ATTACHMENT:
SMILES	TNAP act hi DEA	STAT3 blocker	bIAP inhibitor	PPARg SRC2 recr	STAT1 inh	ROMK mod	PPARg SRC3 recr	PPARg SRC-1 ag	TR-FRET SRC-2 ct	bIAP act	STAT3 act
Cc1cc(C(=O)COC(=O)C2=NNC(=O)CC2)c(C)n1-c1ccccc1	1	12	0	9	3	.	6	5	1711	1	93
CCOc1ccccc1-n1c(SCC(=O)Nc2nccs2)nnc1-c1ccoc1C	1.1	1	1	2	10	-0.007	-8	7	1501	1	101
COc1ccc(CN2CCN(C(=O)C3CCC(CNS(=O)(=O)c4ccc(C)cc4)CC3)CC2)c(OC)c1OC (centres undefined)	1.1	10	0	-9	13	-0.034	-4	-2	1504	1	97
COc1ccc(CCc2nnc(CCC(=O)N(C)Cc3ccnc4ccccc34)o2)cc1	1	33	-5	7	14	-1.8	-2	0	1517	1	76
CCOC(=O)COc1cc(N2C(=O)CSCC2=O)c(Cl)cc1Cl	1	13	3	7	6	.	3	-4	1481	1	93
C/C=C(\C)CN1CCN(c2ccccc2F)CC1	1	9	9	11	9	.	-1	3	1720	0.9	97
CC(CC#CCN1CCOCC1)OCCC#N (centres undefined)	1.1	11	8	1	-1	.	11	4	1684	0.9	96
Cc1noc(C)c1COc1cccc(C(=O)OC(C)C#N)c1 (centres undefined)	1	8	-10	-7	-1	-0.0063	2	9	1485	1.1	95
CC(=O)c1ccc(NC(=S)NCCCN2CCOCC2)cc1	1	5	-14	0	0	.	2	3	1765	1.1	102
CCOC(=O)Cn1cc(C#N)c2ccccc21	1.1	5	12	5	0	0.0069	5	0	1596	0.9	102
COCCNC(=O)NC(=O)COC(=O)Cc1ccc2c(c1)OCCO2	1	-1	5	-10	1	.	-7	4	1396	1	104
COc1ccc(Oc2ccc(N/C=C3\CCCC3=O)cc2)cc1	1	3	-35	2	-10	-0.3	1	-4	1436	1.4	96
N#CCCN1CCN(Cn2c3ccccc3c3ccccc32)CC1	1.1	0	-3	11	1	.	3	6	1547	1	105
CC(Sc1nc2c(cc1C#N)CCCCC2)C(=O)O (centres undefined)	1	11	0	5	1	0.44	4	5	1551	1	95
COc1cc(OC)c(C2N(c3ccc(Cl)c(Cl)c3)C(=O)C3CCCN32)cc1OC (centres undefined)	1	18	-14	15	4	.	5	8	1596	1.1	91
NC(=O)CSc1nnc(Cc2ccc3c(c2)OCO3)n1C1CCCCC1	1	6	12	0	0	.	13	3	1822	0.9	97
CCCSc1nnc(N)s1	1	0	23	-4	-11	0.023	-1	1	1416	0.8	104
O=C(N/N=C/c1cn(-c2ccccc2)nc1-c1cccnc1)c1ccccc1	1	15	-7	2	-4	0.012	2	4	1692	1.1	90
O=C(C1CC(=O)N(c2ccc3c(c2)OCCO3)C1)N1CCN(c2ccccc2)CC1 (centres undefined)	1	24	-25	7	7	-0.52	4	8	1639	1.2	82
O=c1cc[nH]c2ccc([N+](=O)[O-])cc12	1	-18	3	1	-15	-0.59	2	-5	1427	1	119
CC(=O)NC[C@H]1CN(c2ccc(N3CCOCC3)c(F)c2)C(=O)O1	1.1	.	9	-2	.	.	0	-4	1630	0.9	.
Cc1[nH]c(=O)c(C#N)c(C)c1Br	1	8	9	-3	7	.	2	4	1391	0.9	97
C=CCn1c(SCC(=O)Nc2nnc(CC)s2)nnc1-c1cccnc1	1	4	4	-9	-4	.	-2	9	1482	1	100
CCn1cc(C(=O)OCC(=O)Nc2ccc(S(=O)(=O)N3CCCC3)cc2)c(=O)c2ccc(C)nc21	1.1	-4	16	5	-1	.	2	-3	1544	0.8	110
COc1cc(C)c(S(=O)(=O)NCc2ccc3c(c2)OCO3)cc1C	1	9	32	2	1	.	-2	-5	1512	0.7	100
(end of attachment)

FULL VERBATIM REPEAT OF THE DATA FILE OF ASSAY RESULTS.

SMILES	TNAP act hi DEA	STAT3 blocker	bIAP inhibitor	PPARg SRC2 recr	STAT1 inh	ROMK mod	PPARg SRC3 recr	PPARg SRC-1 ag	TR-FRET SRC-2 ct	bIAP act	STAT3 act
Cc1cc(C(=O)COC(=O)C2=NNC(=O)CC2)c(C)n1-c1ccccc1	1	12	0	9	3	.	6	5	1711	1	93
CCOc1ccccc1-n1c(SCC(=O)Nc2nccs2)nnc1-c1ccoc1C	1.1	1	1	2	10	-0.007	-8	7	1501	1	101
COc1ccc(CN2CCN(C(=O)C3CCC(CNS(=O)(=O)c4ccc(C)cc4)CC3)CC2)c(OC)c1OC (centres undefined)	1.1	10	0	-9	13	-0.034	-4	-2	1504	1	97
COc1ccc(CCc2nnc(CCC(=O)N(C)Cc3ccnc4ccccc34)o2)cc1	1	33	-5	7	14	-1.8	-2	0	1517	1	76
CCOC(=O)COc1cc(N2C(=O)CSCC2=O)c(Cl)cc1Cl	1	13	3	7	6	.	3	-4	1481	1	93
C/C=C(\C)CN1CCN(c2ccccc2F)CC1	1	9	9	11	9	.	-1	3	1720	0.9	97
CC(CC#CCN1CCOCC1)OCCC#N (centres undefined)	1.1	11	8	1	-1	.	11	4	1684	0.9	96
Cc1noc(C)c1COc1cccc(C(=O)OC(C)C#N)c1 (centres undefined)	1	8	-10	-7	-1	-0.0063	2	9	1485	1.1	95
CC(=O)c1ccc(NC(=S)NCCCN2CCOCC2)cc1	1	5	-14	0	0	.	2	3	1765	1.1	102
CCOC(=O)Cn1cc(C#N)c2ccccc21	1.1	5	12	5	0	0.0069	5	0	1596	0.9	102
COCCNC(=O)NC(=O)COC(=O)Cc1ccc2c(c1)OCCO2	1	-1	5	-10	1	.	-7	4	1396	1	104
COc1ccc(Oc2ccc(N/C=C3\CCCC3=O)cc2)cc1	1	3	-35	2	-10	-0.3	1	-4	1436	1.4	96
N#CCCN1CCN(Cn2c3ccccc3c3ccccc32)CC1	1.1	0	-3	11	1	.	3	6	1547	1	105
CC(Sc1nc2c(cc1C#N)CCCCC2)C(=O)O (centres undefined)	1	11	0	5	1	0.44	4	5	1551	1	95
COc1cc(OC)c(C2N(c3ccc(Cl)c(Cl)c3)C(=O)C3CCCN32)cc1OC (centres undefined)	1	18	-14	15	4	.	5	8	1596	1.1	91
NC(=O)CSc1nnc(Cc2ccc3c(c2)OCO3)n1C1CCCCC1	1	6	12	0	0	.	13	3	1822	0.9	97
CCCSc1nnc(N)s1	1	0	23	-4	-11	0.023	-1	1	1416	0.8	104
O=C(N/N=C/c1cn(-c2ccccc2)nc1-c1cccnc1)c1ccccc1	1	15	-7	2	-4	0.012	2	4	1692	1.1	90
O=C(C1CC(=O)N(c2ccc3c(c2)OCCO3)C1)N1CCN(c2ccccc2)CC1 (centres undefined)	1	24	-25	7	7	-0.52	4	8	1639	1.2	82
O=c1cc[nH]c2ccc([N+](=O)[O-])cc12	1	-18	3	1	-15	-0.59	2	-5	1427	1	119
CC(=O)NC[C@H]1CN(c2ccc(N3CCOCC3)c(F)c2)C(=O)O1	1.1	.	9	-2	.	.	0	-4	1630	0.9	.
Cc1[nH]c(=O)c(C#N)c(C)c1Br	1	8	9	-3	7	.	2	4	1391	0.9	97
C=CCn1c(SCC(=O)Nc2nnc(CC)s2)nnc1-c1cccnc1	1	4	4	-9	-4	.	-2	9	1482	1	100
CCn1cc(C(=O)OCC(=O)Nc2ccc(S(=O)(=O)N3CCCC3)cc2)c(=O)c2ccc(C)nc21	1.1	-4	16	5	-1	.	2	-3	1544	0.8	110
COc1cc(C)c(S(=O)(=O)NCc2ccc3c(c2)OCO3)cc1C	1	9	32	2	1	.	-2	-5	1512	0.7	100